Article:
SBOE Campaign Finance Filings: Little Money, Probably Even Less Attention

Campaign finance reports due 30 days before the November 6 election make it clear that, once again, Texas State Board of Education elections are attracting little money. The 15-member board adopts curriculum standards and textbooks for Texas public schools, but it gets precious little attention during election seasons.

We have listed (below) campaign finance information reported by Republican and Democratic candidates in districts where both major parties have candidates on the November ballot. (Most Libertarian and Green candidates on the November ballot for state board races either have filed no reports or reported no contributions or expenditures. A full list of candidates is available at www.tfn.org/sboe2012.) Rebecca Bell-Metereau, D-San Marcos, has raised about $33,000 in the period from late July to the end of September. Marty Rowley, R-Amarillo, is the only other candidate to have raised more than $10,000 during the same period. Geraldine “Tincy” Miller, R-Dallas, reported nearly $120,000 in expenditures for the period, but nearly all of that came out of her own purse.

Note that each state board district has  more than twice the population of a state Senate or U.S. House district. How far will the less than $4,000 raised by Republican Laurie Turner go in District 2, which sprawls from the Rio Grande Valley to north of her hometown of Corpus Christi? Not very. The same is true of the $9,400 her Democratic opponent, Ruben Cortez of Brownsville, raised in the same period. Yet partisan voting patterns from 2008 and 2010 suggest that District 2 should be the most competitive state board race in the state. Many candidates in other state board districts reported even less in contributions.

For the first time in a decade, all 15 State Board of Education seats are up for election. But it’s not unlikely that two candidates in a reasonably competitive congressional race (or maybe even a state House race) could raise and spend more money than all of the general election candidates for state board seats combined (excepting Tincy Miller’s largely self-funded campaign and the $50,000 Donna Bahorich has loaned to her own).

Should anyone really wonder, then, how anti-public education and anti-science extremists succeeded in gaining so much power on the state board over the past two decades? Some managed to get elected because a single donor — James Leininger — flooded their otherwise little-noticed races with tens of thousands of dollars in the 1990s and early 2000s. But in the last decade, many simply coasted to victory in gerrymandered districts where voters knew little more than the “R” or “D” that followed a candidate’s name on the ballot. Most voters had never met the candidates, much less heard them speak out on education issues. That almost certainly will be the case again in most state board races this November.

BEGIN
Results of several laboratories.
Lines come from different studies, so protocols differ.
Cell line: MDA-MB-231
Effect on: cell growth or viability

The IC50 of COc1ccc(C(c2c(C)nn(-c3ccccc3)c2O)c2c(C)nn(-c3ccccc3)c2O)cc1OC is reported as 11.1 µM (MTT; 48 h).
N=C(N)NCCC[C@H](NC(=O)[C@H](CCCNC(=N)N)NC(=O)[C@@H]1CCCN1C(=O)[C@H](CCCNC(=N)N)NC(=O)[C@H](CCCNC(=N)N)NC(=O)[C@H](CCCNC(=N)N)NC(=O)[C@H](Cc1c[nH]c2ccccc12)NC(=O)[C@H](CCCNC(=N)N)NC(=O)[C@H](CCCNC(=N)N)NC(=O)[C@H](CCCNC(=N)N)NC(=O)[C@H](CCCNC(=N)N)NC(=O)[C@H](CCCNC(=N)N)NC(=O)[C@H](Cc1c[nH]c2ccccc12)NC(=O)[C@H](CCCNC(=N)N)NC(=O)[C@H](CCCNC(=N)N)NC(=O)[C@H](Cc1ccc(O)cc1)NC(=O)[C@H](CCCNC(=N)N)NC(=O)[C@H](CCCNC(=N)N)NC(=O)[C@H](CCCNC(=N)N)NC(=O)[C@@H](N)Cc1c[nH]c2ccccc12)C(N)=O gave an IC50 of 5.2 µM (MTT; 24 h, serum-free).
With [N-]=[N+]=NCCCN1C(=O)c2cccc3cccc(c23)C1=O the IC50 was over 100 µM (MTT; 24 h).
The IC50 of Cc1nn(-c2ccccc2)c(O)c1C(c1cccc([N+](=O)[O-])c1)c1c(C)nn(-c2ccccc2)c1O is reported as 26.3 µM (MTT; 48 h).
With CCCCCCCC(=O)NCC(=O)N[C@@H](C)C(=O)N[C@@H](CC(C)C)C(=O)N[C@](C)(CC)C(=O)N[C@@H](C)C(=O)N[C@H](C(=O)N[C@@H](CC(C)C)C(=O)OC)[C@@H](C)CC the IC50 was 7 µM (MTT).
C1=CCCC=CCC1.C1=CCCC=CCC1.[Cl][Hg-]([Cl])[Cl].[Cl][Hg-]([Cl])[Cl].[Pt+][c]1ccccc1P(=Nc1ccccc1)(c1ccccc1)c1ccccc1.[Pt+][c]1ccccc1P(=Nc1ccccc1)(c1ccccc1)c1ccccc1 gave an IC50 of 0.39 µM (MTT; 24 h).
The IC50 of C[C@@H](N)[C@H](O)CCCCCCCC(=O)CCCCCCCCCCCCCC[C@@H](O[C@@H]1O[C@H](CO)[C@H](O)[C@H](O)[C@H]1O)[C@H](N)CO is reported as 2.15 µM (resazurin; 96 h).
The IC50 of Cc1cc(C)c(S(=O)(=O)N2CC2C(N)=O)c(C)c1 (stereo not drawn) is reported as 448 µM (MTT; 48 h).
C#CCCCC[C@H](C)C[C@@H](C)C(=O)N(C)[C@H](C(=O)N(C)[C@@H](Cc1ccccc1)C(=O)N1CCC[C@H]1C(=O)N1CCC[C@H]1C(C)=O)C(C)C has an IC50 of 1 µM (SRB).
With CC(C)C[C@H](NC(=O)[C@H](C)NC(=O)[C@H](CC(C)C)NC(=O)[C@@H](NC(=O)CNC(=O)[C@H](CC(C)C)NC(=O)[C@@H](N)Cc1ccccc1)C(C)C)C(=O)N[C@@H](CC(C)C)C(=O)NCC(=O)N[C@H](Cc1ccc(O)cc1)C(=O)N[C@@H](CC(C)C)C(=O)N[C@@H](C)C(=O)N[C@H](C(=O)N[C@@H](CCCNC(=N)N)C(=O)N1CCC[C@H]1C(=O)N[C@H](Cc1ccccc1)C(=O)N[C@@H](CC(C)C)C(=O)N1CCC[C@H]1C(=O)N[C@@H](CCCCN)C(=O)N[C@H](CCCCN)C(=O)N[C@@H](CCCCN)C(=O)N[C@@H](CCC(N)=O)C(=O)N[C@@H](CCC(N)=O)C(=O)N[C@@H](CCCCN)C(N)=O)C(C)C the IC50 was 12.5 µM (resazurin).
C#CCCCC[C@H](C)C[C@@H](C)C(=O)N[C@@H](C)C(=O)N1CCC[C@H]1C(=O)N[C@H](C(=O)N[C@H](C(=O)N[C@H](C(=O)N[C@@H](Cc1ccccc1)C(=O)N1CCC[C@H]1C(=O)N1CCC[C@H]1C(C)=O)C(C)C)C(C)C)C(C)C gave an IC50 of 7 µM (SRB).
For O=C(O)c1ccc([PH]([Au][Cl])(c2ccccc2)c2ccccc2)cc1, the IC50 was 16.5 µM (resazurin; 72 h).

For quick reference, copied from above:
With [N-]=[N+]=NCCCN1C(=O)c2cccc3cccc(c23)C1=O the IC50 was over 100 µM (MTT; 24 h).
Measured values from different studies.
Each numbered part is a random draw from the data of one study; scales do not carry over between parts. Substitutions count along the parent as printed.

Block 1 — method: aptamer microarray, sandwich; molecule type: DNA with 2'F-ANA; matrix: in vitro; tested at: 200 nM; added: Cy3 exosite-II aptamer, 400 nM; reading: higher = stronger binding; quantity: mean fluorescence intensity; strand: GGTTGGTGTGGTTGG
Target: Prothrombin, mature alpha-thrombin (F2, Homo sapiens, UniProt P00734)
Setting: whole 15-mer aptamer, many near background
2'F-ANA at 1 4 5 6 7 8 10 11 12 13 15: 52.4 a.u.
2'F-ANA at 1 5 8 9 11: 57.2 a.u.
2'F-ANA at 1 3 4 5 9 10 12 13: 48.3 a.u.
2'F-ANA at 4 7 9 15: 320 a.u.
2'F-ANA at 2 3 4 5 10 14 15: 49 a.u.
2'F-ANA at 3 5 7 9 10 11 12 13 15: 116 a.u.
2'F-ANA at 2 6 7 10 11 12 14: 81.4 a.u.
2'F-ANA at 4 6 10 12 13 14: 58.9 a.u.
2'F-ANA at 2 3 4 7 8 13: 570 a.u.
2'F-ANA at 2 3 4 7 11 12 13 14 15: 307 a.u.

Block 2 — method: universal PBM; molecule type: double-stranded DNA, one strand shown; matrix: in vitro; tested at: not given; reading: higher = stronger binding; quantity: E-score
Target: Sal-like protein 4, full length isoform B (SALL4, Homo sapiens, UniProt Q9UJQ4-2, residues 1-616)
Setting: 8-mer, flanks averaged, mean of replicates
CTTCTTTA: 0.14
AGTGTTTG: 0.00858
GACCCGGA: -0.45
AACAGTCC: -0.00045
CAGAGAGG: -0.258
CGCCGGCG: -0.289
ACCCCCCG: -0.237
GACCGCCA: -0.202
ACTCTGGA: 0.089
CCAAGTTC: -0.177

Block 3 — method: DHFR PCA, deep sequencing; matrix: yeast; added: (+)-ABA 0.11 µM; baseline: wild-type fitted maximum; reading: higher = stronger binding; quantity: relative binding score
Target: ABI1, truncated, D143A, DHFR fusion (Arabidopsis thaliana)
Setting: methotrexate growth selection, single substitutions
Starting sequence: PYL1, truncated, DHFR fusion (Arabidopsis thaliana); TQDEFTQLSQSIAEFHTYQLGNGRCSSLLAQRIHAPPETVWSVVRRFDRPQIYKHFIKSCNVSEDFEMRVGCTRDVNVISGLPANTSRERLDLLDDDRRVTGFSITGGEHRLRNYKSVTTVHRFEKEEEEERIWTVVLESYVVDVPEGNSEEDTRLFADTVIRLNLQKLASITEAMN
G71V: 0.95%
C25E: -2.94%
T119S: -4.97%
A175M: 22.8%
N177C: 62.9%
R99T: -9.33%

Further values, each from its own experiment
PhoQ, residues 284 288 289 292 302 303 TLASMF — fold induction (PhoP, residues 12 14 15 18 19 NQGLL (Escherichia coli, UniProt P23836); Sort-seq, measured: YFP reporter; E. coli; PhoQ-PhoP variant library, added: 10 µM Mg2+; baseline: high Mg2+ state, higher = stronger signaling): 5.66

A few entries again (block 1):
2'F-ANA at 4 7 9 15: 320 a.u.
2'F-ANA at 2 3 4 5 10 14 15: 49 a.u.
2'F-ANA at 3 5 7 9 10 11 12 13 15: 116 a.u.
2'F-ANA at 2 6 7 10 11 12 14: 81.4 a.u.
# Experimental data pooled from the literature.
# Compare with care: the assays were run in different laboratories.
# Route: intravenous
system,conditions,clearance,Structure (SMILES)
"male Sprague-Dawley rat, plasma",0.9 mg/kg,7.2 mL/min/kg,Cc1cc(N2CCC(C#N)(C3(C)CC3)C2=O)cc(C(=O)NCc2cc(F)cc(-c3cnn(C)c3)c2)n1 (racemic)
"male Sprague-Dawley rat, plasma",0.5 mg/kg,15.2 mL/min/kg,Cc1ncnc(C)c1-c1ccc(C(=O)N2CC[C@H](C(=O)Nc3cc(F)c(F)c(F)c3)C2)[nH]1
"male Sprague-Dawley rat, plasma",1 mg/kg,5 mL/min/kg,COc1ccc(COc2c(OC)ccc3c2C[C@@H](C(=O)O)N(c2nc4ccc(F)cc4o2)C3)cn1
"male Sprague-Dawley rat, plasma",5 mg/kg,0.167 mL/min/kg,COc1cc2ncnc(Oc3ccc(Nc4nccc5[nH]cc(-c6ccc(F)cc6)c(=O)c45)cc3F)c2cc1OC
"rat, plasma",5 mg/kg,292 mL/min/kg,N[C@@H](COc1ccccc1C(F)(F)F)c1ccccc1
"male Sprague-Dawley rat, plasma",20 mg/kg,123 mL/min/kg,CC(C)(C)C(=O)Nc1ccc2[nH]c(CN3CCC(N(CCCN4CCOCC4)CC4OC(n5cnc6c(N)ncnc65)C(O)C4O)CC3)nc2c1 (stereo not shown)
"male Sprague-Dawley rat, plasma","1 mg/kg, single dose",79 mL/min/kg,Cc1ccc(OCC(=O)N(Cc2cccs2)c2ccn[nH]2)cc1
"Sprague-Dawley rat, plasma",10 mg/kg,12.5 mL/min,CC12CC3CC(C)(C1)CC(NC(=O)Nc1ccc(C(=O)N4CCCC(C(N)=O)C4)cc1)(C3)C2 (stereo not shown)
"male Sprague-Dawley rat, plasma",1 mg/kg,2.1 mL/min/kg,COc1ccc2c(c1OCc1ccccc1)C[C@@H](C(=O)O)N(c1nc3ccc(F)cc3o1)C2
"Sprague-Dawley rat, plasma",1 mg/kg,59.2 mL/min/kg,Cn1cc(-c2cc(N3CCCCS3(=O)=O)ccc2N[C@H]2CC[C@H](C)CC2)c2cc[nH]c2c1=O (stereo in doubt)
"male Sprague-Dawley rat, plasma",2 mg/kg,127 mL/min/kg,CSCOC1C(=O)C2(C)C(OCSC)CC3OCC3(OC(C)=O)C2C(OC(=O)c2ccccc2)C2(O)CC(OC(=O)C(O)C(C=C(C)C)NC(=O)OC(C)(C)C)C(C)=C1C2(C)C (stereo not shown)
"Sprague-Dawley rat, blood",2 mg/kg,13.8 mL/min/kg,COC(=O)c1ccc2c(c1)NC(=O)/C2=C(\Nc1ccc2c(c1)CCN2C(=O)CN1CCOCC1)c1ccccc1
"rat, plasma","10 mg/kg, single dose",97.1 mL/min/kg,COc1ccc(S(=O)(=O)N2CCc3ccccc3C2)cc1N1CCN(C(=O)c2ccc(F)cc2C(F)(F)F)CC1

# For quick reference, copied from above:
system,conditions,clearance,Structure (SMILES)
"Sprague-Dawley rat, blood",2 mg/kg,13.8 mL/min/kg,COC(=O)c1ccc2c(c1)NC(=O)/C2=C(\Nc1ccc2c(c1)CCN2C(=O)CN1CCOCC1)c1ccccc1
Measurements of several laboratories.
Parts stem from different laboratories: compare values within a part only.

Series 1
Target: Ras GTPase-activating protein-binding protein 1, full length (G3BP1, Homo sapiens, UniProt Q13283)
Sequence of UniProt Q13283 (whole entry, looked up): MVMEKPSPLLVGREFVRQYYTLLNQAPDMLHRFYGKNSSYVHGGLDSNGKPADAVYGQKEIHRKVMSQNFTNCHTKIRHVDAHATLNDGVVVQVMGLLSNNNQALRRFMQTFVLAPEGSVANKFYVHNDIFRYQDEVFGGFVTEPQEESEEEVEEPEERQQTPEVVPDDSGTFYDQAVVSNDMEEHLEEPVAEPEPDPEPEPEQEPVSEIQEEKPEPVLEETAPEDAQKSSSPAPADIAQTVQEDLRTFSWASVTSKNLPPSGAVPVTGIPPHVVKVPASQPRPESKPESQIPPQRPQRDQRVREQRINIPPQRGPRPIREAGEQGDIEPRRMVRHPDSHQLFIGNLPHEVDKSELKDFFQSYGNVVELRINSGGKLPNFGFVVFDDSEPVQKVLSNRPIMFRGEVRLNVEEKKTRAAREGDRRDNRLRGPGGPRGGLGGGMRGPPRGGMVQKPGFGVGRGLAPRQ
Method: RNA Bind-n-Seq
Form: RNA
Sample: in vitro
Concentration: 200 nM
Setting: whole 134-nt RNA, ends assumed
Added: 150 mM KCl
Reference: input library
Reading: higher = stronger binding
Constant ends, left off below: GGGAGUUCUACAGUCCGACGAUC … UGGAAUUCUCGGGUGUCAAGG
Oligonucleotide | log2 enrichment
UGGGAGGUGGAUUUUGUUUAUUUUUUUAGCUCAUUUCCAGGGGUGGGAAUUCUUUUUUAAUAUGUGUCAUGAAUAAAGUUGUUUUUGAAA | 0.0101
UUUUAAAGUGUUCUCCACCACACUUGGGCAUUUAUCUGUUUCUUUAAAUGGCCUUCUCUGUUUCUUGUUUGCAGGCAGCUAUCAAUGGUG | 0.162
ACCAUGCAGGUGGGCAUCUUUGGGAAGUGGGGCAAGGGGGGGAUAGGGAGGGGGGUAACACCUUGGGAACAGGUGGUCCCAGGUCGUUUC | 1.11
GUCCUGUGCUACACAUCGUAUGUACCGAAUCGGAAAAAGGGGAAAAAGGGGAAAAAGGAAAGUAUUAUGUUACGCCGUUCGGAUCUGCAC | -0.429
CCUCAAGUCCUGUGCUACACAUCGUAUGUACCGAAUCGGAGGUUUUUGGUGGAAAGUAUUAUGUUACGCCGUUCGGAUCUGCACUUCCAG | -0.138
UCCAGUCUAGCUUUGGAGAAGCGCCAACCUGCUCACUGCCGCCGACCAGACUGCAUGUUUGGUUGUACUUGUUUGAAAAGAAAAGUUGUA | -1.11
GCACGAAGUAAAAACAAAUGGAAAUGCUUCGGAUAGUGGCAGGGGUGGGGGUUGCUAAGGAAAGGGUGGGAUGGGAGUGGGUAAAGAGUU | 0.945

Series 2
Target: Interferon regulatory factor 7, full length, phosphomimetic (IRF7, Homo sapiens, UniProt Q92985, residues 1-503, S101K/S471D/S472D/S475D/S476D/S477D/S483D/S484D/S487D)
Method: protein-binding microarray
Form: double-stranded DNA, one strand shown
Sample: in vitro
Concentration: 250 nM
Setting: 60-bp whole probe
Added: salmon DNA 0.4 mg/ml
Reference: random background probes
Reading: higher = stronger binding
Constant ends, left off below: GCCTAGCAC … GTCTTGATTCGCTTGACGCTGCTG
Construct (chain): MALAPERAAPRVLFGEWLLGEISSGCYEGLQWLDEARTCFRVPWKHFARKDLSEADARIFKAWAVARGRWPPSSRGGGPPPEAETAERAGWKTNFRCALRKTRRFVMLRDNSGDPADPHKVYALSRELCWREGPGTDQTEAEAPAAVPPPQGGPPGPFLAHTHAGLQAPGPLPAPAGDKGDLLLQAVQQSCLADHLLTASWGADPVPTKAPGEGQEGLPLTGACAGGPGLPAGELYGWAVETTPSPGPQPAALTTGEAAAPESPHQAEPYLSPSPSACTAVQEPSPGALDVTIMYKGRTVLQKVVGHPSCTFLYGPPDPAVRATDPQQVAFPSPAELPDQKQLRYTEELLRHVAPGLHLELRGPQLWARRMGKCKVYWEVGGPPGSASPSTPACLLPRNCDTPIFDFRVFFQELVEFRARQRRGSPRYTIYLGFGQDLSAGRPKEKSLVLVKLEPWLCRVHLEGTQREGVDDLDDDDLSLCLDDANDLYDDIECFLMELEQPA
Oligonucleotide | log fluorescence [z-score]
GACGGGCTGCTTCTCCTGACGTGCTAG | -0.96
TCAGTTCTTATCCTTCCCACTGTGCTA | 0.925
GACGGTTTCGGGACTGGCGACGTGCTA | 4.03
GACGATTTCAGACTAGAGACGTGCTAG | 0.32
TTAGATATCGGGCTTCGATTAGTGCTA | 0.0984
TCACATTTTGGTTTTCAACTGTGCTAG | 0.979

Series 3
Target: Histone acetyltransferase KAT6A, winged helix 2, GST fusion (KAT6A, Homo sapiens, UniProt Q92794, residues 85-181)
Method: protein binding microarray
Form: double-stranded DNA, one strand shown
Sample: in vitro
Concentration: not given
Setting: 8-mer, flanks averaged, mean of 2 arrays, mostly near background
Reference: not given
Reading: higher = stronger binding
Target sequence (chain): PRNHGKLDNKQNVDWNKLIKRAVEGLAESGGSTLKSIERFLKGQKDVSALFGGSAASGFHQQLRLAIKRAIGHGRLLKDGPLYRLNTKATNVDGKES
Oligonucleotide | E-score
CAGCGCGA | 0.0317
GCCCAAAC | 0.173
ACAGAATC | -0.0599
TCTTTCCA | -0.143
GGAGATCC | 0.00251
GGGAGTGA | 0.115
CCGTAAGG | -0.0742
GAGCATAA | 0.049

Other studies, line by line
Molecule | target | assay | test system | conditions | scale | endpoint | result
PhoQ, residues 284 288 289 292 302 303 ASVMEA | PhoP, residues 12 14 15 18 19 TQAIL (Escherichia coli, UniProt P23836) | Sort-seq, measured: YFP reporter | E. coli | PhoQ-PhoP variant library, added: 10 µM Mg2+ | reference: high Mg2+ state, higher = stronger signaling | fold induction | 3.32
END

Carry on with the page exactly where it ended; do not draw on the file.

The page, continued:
And that’s how Texas decides who has the power to determine what nearly 5 million students learn in their public school classrooms.

Incumbents and candidates of the party that currently controls the seat are listed first in each district race below.

District 1

Charlie Garza, R-El Paso (incumbent): $5,662 in contributions, $3,058 in expenditures, $2,583 in cash on hand

Martha Dominguez, D-El Paso: $346 in contributions, $1,859 in expenditures, no cash on hand

District 2

Ruben Cortez, D-Brownsville: $9,400 in contributions, $9,290 in expenditures, $1,015 in cash on hand

Laurie Turner, R-Corpus Christi: $3,995 in contributions, $4,237 in expenditures, no cash on hand

District 3

Marisa Perez, D- San Antonio: $100 in contributions, $877 in expenditures, $1,279 in cash on hand

David Williams, R-San Antonio: No contributions, expenditures or cash on hand

District 4

Lawrence Allen, D-Fresno (incumbent): Report unavailable

Dorothy Olmos, R-Houston: Report unavailable

District 5

Ken Mercer, R- San Antonio (incumbent): $3,540 in contributions, $6,284 in expenditures, $9,506 in cash on hand

Rebecca Bell-Metereau, D- San Marcos: $33,152 in contributions, $18,793 in expenditures, $6,989 in cash on hand

District 6

Donna Bahorich, R-Houston: $6,580 in contributions, $30,303 in expenditures, $20,444 in cash on hand, $50,000 in outsanding loans

Traci Jensen, D-Houston: $7,825 in contributions, $2,705 in expenditures, $6,896 in cash on hand

District 8

Barbara Cargill, R-The Woodlands (incumbent): $2,100 in contributions, $1,075 in expenditures, $3,773 in cash on hand

Dexter Smith, D-Friendswood: $2,785 in contributions, $2,646 in expenditures, $138 in cash on hand

District 10

Tom Maynard, R-Florence: $4,550 in contributions, $7,284 in expenditures, $1,790 in cash on hand

Judy Jennings, D-Austin: $1,737 in contributions, $3,007 in expenditures, $1,062 in cash on hand

District 12

Geraldine “Tincy” Miller, R-Dallas: $1,315 in contributions, $118,144 in expenditures, $2,334 in cash on hand

Lois Parrott, D-Dallas: $6,092 in contributions, $2,363 in contributions, $3,729 in cash on hand

District 13

Mavis Knight, D-Dallas (incumbent): $0 in contributions, $0 in expenditures, $475 in cash on hand

S.T. Russell, R-Dallas: $250 in contributions, $521 in expenditures, $ 279 in cash on hand, $2,238 in outstanding loans

District 15

Marty Rowley, R-Amarillo: $12,260 in contributions, $5,804 in expenditures, $9,579 in cash on hand, and $10,000 in outstanding loans

Steven Schafersman, D-Midland: $985 in contributions, $1,526 in expenditures, $928 in cash on hand

3 thoughts on “SBOE Campaign Finance Filings: Little Money, Probably Even Less Attention

  1. I wouldn’t give most of them a blade of grass if they were grazing on a concrete pasture.

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